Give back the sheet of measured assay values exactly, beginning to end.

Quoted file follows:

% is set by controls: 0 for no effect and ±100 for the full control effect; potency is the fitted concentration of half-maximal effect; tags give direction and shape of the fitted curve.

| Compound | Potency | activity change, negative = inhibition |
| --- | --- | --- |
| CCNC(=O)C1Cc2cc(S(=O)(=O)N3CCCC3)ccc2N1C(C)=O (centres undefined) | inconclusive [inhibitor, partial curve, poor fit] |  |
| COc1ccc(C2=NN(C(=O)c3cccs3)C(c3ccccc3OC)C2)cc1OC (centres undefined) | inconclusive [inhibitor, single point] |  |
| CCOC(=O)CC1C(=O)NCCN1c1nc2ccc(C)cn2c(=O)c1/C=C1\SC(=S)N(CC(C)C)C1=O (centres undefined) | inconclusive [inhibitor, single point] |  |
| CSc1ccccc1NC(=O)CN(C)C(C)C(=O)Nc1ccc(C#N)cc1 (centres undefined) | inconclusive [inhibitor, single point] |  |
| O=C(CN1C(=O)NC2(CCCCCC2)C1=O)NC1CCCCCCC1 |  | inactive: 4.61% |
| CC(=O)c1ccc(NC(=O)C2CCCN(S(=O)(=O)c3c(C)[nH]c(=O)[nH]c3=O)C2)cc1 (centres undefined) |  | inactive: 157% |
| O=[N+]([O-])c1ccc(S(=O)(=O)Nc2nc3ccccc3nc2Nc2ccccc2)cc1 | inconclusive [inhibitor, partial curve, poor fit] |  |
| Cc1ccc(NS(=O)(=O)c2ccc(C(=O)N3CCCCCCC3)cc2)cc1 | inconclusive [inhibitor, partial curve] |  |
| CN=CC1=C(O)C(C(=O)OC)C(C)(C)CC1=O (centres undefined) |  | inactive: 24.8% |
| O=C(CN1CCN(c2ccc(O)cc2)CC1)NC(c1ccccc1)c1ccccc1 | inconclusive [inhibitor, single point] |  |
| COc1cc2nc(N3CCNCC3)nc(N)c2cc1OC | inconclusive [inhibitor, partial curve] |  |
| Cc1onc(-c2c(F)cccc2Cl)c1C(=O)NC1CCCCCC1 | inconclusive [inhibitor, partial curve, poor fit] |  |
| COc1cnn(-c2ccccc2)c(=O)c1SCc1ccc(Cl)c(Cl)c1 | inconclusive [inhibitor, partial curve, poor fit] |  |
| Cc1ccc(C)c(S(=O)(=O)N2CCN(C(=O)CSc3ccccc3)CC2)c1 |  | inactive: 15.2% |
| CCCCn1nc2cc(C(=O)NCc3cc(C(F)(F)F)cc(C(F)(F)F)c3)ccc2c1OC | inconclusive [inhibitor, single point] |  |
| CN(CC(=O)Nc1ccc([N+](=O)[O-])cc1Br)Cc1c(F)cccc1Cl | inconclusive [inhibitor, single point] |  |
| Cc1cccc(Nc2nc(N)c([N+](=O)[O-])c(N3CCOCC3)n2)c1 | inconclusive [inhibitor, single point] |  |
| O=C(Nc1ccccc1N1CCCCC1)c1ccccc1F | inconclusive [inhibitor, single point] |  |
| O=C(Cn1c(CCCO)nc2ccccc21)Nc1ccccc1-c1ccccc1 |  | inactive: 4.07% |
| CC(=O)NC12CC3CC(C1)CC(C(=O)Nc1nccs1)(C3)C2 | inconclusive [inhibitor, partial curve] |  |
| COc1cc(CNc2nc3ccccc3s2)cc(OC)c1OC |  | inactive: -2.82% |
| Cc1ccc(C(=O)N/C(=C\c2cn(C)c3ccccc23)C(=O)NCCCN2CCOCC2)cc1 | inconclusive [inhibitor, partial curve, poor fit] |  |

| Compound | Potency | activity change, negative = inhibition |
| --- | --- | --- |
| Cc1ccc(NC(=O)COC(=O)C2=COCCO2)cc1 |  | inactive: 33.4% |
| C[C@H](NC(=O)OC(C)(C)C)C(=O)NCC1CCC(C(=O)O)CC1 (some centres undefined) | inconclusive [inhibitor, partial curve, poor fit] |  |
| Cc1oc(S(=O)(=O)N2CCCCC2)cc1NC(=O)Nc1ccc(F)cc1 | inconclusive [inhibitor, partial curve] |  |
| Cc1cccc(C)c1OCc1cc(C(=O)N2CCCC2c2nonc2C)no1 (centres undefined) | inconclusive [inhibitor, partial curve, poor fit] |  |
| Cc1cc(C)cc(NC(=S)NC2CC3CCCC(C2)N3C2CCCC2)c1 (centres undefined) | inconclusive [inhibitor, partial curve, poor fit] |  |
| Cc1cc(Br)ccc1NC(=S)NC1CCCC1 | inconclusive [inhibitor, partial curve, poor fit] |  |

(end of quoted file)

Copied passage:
% is set by controls: 0 for no effect and ±100 for the full control effect; potency is the fitted concentration of half-maximal effect; tags give direction and shape of the fitted curve.

| Compound | Potency | activity change, negative = inhibition |
| --- | --- | --- |
| CCNC(=O)C1Cc2cc(S(=O)(=O)N3CCCC3)ccc2N1C(C)=O (centres undefined) | inconclusive [inhibitor, partial curve, poor fit] |  |
| COc1ccc(C2=NN(C(=O)c3cccs3)C(c3ccccc3OC)C2)cc1OC (centres undefined) | inconclusive [inhibitor, single point] |  |
| CCOC(=O)CC1C(=O)NCCN1c1nc2ccc(C)cn2c(=O)c1/C=C1\SC(=S)N(CC(C)C)C1=O (centres undefined) | inconclusive [inhibitor, single point] |  |
| CSc1ccccc1NC(=O)CN(C)C(C)C(=O)Nc1ccc(C#N)cc1 (centres undefined) | inconclusive [inhibitor, single point] |  |
| O=C(CN1C(=O)NC2(CCCCCC2)C1=O)NC1CCCCCCC1 |  | inactive: 4.61% |
| CC(=O)c1ccc(NC(=O)C2CCCN(S(=O)(=O)c3c(C)[nH]c(=O)[nH]c3=O)C2)cc1 (centres undefined) |  | inactive: 157% |
| O=[N+]([O-])c1ccc(S(=O)(=O)Nc2nc3ccccc3nc2Nc2ccccc2)cc1 | inconclusive [inhibitor, partial curve, poor fit] |  |
| Cc1ccc(NS(=O)(=O)c2ccc(C(=O)N3CCCCCCC3)cc2)cc1 | inconclusive [inhibitor, partial curve] |  |
| CN=CC1=C(O)C(C(=O)OC)C(C)(C)CC1=O (centres undefined) |  | inactive: 24.8% |
| O=C(CN1CCN(c2ccc(O)cc2)CC1)NC(c1ccccc1)c1ccccc1 | inconclusive [inhibitor, single point] |  |
| COc1cc2nc(N3CCNCC3)nc(N)c2cc1OC | inconclusive [inhibitor, partial curve] |  |
| Cc1onc(-c2c(F)cccc2Cl)c1C(=O)NC1CCCCCC1 | inconclusive [inhibitor, partial curve, poor fit] |  |
| COc1cnn(-c2ccccc2)c(=O)c1SCc1ccc(Cl)c(Cl)c1 | inconclusive [inhibitor, partial curve, poor fit] |  |
| Cc1ccc(C)c(S(=O)(=O)N2CCN(C(=O)CSc3ccccc3)CC2)c1 |  | inactive: 15.2% |
| CCCCn1nc2cc(C(=O)NCc3cc(C(F)(F)F)cc(C(F)(F)F)c3)ccc2c1OC | inconclusive [inhibitor, single point] |  |
| CN(CC(=O)Nc1ccc([N+](=O)[O-])cc1Br)Cc1c(F)cccc1Cl | inconclusive [inhibitor, single point] |  |
| Cc1cccc(Nc2nc(N)c([N+](=O)[O-])c(N3CCOCC3)n2)c1 | inconclusive [inhibitor, single point] |  |
| O=C(Nc1ccccc1N1CCCCC1)c1ccccc1F | inconclusive [inhibitor, single point] |  |
| O=C(Cn1c(CCCO)nc2ccccc21)Nc1ccccc1-c1ccccc1 |  | inactive: 4.07% |
| CC(=O)NC12CC3CC(C1)CC(C(=O)Nc1nccs1)(C3)C2 | inconclusive [inhibitor, partial curve] |  |
| COc1cc(CNc2nc3ccccc3s2)cc(OC)c1OC |  | inactive: -2.82% |
| Cc1ccc(C(=O)N/C(=C\c2cn(C)c3ccccc23)C(=O)NCCCN2CCOCC2)cc1 | inconclusive [inhibitor, partial curve, poor fit] |  |

| Compound | Potency | activity change, negative = inhibition |
| --- | --- | --- |
| Cc1ccc(NC(=O)COC(=O)C2=COCCO2)cc1 |  | inactive: 33.4% |
| C[C@H](NC(=O)OC(C)(C)C)C(=O)NCC1CCC(C(=O)O)CC1 (some centres undefined) | inconclusive [inhibitor, partial curve, poor fit] |  |
| Cc1oc(S(=O)(=O)N2CCCCC2)cc1NC(=O)Nc1ccc(F)cc1 | inconclusive [inhibitor, partial curve] |  |
| Cc1cccc(C)c1OCc1cc(C(=O)N2CCCC2c2nonc2C)no1 (centres undefined) | inconclusive [inhibitor, partial curve, poor fit] |  |
| Cc1cc(C)cc(NC(=S)NC2CC3CCCC(C2)N3C2CCCC2)c1 (centres undefined) | inconclusive [inhibitor, partial curve, poor fit] |  |
| Cc1cc(Br)ccc1NC(=S)NC1CCCC1 | inconclusive [inhibitor, partial curve, poor fit] |  |